These evaluations include assessments of cognitive functioning (including verbal, visual-motor, working memory and processing speed), other visual, verbal, math and written skills, grade-level competencies and emotional issues. These evaluations can be extremely informative to you and to your teen because they provide a glimpse into how your child’s brain works as well as its strengths and challenges.

When you choose a private evaluation (as opposed to testing through the school), you have more control over the person who does it. But, make sure the evaluator takes the necessary time to explain the results thoroughly to you. These reports can be dense, confusing and overwhelming. Ask all of your questions and request a follow-up meeting if you need it.

RELATED: 3 Biggest Signs Your Child Has ADHD

3. School resources

Many parents first learn about their child’s challenges with concentration and focus from a classroom teacher, school counselor or principal. While these conversations can be painful, the information that educators share is an important piece of the puzzle for why your child is struggling in school.

Public schools in the USA are allowed to name issues related to attention, concentration and memory but they cannot legally diagnose ADHD since it is considered a health issue. However, they are mandated under IDEA (Individuals with Disabilities Education Act) to assess students for possible learning disabilities, including ADHD, and, if there are conditions that interfere with learning, to provide accommodations.

To get this process, start with a parent meeting with a guidance counselor or vice-principal who knows your child. Discuss your concerns and see what they advise. Often, they might suggest that teachers can make some minor changes in the classroom.


If those are not satisfactory or you believe that your child needs more support, then you have the right to request a formal evaluation which includes a team meeting. This request can be made at the school or at the district office.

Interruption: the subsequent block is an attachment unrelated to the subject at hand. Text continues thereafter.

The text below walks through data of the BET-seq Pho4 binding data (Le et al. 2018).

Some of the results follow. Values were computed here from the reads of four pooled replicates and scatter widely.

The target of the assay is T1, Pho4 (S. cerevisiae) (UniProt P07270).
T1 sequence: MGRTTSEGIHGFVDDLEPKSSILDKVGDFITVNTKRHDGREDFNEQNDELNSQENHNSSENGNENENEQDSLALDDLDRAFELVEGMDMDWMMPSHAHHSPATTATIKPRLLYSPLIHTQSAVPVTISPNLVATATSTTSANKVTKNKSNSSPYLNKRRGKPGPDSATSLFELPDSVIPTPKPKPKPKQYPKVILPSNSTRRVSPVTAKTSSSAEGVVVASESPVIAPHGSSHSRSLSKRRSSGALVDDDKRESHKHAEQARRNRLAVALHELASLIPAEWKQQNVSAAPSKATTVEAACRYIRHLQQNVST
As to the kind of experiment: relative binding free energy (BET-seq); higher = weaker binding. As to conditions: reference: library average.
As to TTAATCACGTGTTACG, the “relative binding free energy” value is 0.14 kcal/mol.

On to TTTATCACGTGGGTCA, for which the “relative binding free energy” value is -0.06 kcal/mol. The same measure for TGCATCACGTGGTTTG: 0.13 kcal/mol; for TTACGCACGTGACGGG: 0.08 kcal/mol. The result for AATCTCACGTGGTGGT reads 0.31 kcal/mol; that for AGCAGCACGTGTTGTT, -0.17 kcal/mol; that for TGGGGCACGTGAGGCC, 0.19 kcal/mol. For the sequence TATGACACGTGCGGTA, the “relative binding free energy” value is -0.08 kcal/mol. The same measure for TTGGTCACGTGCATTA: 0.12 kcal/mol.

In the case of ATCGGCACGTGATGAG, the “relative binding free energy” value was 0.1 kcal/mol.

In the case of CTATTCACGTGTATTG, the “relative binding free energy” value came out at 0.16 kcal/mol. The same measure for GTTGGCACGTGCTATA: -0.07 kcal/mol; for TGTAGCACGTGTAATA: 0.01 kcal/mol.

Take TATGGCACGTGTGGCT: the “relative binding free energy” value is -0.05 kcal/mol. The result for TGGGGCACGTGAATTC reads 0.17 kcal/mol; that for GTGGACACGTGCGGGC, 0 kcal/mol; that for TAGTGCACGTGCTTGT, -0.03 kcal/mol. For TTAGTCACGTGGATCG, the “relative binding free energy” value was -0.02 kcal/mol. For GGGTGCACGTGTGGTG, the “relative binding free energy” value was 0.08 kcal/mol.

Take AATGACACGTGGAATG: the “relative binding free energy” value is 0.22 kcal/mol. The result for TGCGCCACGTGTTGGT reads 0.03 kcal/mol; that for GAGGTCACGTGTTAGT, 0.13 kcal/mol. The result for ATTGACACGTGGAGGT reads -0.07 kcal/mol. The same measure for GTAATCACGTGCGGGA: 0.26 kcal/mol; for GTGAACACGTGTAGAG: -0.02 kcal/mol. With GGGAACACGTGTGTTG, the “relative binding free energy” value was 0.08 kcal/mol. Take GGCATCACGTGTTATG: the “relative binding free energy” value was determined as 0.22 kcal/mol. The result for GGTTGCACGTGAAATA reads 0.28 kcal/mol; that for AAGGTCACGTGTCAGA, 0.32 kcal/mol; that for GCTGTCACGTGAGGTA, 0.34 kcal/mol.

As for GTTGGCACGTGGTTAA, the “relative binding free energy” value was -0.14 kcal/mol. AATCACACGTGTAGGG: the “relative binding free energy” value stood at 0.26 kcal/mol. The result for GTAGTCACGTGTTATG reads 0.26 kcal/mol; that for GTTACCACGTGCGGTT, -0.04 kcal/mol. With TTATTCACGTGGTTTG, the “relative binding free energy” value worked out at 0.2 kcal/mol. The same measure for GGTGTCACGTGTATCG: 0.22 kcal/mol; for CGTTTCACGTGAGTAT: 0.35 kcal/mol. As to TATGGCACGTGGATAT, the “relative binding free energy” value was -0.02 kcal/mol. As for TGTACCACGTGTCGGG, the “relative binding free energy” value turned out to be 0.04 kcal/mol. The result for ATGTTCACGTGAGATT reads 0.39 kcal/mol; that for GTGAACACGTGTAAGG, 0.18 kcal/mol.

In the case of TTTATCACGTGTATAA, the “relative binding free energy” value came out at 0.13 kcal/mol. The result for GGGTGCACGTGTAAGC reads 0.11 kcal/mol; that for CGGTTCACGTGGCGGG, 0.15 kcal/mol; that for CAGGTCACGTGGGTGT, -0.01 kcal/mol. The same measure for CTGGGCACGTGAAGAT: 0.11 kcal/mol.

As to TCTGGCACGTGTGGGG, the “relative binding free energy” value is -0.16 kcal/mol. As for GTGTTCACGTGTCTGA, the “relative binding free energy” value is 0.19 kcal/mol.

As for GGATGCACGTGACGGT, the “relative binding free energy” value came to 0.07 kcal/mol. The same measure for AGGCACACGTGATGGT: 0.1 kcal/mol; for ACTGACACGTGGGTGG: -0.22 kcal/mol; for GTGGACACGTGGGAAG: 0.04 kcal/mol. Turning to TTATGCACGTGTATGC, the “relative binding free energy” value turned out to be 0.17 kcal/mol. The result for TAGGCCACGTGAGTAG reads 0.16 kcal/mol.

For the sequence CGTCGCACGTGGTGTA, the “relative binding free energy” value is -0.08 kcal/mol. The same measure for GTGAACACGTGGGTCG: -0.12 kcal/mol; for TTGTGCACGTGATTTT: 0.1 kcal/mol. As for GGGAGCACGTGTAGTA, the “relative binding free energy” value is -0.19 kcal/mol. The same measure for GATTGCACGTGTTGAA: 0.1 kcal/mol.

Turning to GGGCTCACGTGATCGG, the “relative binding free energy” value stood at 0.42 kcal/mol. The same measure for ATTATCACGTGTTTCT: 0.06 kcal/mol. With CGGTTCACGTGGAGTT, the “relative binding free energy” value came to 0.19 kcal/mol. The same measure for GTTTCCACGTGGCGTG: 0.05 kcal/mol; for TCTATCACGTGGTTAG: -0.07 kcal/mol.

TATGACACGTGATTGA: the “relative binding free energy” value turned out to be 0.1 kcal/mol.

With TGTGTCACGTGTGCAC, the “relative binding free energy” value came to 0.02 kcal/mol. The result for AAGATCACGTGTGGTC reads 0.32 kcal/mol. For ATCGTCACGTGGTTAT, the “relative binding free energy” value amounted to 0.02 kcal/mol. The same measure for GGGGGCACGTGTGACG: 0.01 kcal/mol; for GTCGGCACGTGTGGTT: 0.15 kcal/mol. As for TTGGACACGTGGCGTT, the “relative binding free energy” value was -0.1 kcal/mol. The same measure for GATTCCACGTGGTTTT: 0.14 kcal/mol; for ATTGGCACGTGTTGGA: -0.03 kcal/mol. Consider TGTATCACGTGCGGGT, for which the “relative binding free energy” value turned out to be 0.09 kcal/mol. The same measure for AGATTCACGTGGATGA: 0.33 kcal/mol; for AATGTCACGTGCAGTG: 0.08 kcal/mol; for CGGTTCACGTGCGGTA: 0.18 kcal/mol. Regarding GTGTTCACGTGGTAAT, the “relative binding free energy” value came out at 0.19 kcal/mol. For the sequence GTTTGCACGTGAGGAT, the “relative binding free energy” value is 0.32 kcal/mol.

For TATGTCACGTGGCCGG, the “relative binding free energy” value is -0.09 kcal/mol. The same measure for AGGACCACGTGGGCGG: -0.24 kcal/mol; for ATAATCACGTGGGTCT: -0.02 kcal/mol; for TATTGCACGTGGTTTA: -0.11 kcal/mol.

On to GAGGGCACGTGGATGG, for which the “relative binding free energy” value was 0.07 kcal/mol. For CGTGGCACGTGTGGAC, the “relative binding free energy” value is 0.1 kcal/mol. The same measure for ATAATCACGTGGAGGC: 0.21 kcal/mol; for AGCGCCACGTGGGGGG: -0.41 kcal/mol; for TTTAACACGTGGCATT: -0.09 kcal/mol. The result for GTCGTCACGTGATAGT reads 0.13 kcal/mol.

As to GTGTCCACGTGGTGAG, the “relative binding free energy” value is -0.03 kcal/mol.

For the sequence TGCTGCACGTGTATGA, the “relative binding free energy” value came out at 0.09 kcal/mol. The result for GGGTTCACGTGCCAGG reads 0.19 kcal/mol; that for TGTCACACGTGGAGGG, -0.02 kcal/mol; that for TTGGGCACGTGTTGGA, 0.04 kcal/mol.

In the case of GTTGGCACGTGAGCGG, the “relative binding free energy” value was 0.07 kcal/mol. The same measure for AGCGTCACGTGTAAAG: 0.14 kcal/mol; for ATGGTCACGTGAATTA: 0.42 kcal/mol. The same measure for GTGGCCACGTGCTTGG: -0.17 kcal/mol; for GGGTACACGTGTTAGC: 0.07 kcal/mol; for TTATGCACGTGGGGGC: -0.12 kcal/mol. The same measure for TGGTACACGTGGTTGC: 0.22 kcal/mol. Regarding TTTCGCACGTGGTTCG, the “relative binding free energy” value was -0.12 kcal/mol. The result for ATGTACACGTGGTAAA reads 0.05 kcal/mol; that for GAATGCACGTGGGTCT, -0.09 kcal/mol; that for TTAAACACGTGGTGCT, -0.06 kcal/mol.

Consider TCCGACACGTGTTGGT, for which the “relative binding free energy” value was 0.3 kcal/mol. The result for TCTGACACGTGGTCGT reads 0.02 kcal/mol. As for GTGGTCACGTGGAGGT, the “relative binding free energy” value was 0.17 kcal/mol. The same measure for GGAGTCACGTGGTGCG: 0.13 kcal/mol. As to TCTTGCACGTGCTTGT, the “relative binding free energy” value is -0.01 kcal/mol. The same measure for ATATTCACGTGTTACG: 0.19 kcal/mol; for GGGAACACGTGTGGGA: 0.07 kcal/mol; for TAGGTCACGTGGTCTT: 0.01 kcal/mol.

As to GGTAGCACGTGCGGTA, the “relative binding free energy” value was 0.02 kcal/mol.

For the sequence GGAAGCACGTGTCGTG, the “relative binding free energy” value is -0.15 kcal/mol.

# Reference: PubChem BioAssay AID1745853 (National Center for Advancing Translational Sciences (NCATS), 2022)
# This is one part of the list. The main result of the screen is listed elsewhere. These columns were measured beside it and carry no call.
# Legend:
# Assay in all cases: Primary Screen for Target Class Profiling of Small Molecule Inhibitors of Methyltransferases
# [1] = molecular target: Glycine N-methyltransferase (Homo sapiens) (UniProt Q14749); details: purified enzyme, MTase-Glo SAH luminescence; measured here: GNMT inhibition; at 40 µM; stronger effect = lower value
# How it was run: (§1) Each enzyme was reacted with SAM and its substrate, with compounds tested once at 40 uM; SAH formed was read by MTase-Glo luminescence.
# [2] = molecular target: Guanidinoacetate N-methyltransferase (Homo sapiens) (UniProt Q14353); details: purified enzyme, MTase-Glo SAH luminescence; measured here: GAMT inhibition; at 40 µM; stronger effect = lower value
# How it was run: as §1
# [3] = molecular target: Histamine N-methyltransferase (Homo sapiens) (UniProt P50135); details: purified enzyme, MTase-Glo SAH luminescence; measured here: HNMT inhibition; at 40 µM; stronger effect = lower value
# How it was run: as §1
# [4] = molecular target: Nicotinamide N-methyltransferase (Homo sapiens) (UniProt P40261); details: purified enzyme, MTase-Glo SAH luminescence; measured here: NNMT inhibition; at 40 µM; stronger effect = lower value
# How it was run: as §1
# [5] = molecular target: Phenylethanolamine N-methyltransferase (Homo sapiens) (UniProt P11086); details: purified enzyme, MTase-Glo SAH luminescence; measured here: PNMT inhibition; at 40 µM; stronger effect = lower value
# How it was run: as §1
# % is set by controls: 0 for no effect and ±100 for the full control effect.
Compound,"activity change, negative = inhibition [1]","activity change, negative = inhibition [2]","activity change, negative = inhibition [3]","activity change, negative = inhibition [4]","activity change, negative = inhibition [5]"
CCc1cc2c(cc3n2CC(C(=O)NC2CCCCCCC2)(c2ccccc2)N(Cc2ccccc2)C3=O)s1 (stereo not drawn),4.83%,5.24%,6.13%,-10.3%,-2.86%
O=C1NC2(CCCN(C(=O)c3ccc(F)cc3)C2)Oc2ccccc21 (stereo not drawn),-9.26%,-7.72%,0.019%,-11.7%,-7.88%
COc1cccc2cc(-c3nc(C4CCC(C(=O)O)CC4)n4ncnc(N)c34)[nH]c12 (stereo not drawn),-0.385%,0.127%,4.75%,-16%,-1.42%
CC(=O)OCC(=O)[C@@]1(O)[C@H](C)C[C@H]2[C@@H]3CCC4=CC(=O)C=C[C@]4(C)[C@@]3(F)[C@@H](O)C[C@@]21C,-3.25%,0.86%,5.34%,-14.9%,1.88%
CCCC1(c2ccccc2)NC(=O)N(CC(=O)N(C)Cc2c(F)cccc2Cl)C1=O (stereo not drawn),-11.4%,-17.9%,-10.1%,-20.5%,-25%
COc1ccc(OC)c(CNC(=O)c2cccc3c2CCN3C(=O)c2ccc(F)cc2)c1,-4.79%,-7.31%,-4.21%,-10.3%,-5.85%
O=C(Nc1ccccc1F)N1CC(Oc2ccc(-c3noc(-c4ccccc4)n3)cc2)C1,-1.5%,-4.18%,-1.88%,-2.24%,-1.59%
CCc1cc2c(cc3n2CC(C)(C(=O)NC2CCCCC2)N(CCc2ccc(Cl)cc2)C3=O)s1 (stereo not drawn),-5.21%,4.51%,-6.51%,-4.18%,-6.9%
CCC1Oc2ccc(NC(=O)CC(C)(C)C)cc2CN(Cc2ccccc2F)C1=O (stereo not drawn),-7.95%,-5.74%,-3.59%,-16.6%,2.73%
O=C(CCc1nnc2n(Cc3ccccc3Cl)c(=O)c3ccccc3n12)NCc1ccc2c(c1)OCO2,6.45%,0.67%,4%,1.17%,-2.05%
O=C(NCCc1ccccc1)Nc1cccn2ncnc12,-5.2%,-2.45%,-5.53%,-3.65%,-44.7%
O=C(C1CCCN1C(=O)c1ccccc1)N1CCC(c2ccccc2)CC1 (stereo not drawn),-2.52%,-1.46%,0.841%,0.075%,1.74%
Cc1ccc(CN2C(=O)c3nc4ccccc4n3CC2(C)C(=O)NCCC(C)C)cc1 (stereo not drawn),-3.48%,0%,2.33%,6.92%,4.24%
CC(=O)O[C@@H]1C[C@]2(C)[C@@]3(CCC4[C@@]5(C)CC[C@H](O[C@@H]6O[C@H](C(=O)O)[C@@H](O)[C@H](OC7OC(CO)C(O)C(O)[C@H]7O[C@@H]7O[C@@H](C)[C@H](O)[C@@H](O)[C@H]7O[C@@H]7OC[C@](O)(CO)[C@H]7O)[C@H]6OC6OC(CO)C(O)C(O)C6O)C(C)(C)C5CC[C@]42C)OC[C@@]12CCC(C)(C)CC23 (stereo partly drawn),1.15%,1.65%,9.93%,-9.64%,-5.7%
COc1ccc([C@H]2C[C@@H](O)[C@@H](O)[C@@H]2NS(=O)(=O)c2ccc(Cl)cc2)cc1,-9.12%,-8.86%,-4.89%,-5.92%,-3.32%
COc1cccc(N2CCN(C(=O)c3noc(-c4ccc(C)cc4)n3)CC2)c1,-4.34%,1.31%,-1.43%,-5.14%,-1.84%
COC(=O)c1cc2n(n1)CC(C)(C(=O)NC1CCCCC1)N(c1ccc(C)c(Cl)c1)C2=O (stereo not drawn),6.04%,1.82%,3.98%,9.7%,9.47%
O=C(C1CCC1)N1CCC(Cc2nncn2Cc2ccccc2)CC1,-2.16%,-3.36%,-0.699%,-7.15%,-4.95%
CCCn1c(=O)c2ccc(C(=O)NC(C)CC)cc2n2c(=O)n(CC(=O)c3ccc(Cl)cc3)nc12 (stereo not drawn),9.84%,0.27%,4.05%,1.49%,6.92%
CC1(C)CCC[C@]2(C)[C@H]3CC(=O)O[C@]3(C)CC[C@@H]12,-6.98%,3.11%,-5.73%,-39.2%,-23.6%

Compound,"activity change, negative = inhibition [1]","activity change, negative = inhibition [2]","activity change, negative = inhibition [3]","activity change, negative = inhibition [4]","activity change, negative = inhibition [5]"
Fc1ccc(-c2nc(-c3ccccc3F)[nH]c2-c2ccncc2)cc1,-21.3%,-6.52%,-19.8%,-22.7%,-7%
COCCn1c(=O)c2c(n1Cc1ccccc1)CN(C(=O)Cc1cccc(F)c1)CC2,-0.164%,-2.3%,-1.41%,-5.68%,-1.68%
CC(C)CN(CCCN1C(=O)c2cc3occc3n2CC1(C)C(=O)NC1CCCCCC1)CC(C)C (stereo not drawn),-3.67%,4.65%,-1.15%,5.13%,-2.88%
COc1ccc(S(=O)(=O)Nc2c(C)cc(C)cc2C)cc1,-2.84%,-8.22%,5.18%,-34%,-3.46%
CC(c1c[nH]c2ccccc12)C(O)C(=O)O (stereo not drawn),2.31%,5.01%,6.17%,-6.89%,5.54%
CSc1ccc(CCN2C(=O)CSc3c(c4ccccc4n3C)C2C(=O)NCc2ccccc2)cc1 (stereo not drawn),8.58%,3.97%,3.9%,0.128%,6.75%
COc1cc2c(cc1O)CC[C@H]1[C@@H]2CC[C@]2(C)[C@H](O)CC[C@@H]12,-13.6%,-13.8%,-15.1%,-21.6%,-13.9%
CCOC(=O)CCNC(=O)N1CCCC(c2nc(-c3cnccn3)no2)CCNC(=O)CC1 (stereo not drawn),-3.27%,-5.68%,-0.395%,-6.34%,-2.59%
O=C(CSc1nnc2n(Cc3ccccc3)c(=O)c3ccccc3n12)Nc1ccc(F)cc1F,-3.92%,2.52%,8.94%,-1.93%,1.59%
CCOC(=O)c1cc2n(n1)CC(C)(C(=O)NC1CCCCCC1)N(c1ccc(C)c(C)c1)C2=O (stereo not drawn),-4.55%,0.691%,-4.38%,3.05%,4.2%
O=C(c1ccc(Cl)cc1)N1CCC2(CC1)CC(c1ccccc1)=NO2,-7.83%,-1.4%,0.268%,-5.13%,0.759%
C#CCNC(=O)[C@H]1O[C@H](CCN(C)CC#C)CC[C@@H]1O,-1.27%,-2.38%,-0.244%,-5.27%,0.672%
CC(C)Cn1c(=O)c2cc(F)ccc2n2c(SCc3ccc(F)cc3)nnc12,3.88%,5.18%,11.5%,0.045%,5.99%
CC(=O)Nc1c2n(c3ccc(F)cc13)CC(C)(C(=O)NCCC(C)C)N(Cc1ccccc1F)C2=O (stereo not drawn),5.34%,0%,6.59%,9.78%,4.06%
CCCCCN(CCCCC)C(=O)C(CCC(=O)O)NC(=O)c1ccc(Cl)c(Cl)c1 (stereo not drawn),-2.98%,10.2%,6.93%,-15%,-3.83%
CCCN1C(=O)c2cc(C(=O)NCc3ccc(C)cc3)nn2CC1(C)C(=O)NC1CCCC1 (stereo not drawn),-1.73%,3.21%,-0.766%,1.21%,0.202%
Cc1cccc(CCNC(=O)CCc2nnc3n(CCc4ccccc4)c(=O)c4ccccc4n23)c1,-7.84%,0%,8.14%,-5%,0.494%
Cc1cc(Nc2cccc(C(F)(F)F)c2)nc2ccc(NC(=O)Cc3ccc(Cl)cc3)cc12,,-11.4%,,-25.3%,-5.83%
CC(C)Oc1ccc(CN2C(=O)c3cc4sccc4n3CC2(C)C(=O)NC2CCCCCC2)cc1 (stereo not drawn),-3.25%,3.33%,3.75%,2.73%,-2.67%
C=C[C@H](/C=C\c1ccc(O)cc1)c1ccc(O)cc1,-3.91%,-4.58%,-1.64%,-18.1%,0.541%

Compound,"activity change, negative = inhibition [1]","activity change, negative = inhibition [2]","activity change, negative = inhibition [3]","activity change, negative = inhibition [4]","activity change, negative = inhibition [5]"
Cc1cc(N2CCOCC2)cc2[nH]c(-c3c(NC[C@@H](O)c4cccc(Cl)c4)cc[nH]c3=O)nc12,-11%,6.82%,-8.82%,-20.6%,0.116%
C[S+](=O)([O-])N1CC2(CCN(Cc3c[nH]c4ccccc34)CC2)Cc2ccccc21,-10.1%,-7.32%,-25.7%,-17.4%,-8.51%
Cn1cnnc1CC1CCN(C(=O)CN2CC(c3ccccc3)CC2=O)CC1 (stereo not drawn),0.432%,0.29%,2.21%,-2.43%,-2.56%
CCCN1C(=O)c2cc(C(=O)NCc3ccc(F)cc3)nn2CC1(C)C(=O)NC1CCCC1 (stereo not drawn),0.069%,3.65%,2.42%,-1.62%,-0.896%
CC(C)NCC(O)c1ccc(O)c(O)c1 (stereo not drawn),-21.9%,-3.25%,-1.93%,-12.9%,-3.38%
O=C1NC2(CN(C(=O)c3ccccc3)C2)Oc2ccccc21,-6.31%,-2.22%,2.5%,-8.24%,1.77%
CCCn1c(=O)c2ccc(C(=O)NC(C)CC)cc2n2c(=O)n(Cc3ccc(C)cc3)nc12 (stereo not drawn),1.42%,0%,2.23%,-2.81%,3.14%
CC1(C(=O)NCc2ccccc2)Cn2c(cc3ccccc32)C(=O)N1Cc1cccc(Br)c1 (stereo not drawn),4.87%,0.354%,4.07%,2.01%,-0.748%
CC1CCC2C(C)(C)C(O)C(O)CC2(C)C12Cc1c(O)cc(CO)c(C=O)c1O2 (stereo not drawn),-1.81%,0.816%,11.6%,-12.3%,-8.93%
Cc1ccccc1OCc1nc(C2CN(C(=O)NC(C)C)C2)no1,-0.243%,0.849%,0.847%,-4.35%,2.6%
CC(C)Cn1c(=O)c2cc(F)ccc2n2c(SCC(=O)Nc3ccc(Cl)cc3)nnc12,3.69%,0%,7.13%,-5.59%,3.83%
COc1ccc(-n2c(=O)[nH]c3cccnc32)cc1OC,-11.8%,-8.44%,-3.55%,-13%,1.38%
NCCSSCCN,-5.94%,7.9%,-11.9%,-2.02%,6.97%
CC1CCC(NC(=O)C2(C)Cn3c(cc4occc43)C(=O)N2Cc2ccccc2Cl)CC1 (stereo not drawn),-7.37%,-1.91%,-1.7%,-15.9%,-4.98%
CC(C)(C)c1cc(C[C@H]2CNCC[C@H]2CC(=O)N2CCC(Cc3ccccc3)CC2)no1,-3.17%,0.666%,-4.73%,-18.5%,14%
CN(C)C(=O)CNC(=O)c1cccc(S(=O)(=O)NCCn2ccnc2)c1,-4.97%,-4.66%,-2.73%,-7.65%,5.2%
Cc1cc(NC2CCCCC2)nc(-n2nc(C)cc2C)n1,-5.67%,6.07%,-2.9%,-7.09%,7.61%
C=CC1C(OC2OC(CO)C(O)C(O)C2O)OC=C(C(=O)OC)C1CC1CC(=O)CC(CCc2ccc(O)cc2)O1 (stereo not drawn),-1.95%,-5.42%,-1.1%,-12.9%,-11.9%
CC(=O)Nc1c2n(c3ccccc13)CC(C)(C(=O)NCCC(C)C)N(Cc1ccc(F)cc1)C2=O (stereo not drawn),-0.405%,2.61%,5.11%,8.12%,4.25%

What typically follows is the beginning of a thorough evaluation that is similar to private ‘testing’ but may also include additional information about speech and language skills and occupational functioning. These are similar to private ‘testing,’ because they offer rich information about your child and there’s the additional benefit of direct contact with their educational environment.

RELATED: What You Can Do When Your Child's ADHD And Defiance Makes You Want To Yell

Check with your school district for local guidelines

Some school districts prefer to do their own evaluations but may need to wait longer than you want. You also have the right to present your own report. Regardless, schools can’t diagnose ADHD because it is a health disorder so you will need to share the report with your primary care provider, psychiatrist or mental health professional to get an official diagnosis.


Following the completion of this evaluation, a team meeting will be convened to determine the type(s) of special needs your child may have and whether they are eligible for mandated services. If your youngster qualifies, then the team will make recommendations and create an IEP plan or design the 504 at a later time.

Since many kids with ADHD also have reading, writing, or mathematics difficulties which qualify as learning disabilities, these actually can be diagnosed by the schools and, if they are blocking academic progress, support services will be provided.

You can see how complex this process can be. Take a deep breath, stick to what you know is true about your child and don’t get intimidated by anyone who may dismiss your concerns. You know your kiddo better than anyone else.


Collaborate on creating a plan that offers the help your student needs. Stay curious, ask questions, listen with an open mind, know your rights and advocate fiercely. If you need more support, seek it out.

RELATED: How To Help Kids With ADHD Manage Their Feelings At School & With Friends

Sharon Saline, Psy.D., is an international lecturer and workshop facilitator. She has focused her work on ADHD, anxiety, learning differences, and mental health challenges and their impact on the school and family dynamics for more than 30 years.